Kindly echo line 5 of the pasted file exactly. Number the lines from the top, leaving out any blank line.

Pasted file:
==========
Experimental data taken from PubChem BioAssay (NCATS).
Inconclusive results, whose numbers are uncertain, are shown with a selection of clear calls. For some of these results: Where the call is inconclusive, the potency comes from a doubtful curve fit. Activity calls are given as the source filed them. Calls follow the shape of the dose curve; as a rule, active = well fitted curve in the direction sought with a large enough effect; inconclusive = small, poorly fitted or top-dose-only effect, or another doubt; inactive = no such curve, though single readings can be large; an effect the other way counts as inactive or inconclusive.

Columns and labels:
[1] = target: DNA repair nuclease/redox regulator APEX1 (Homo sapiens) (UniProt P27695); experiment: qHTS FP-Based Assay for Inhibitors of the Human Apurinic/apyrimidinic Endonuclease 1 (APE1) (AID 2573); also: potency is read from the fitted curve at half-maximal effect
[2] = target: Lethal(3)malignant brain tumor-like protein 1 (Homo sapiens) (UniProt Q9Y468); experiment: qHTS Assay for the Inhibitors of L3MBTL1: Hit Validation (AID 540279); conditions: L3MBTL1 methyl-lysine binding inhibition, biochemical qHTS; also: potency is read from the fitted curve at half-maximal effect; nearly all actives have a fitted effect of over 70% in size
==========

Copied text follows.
[2] = target: Lethal(3)malignant brain tumor-like protein 1 (Homo sapiens) (UniProt Q9Y468); experiment: qHTS Assay for the Inhibitors of L3MBTL1: Hit Validation (AID 540279); conditions: L3MBTL1 methyl-lysine binding inhibition, biochemical qHTS; also: potency is read from the fitted curve at half-maximal effect; nearly all actives have a fitted effect of over 70% in size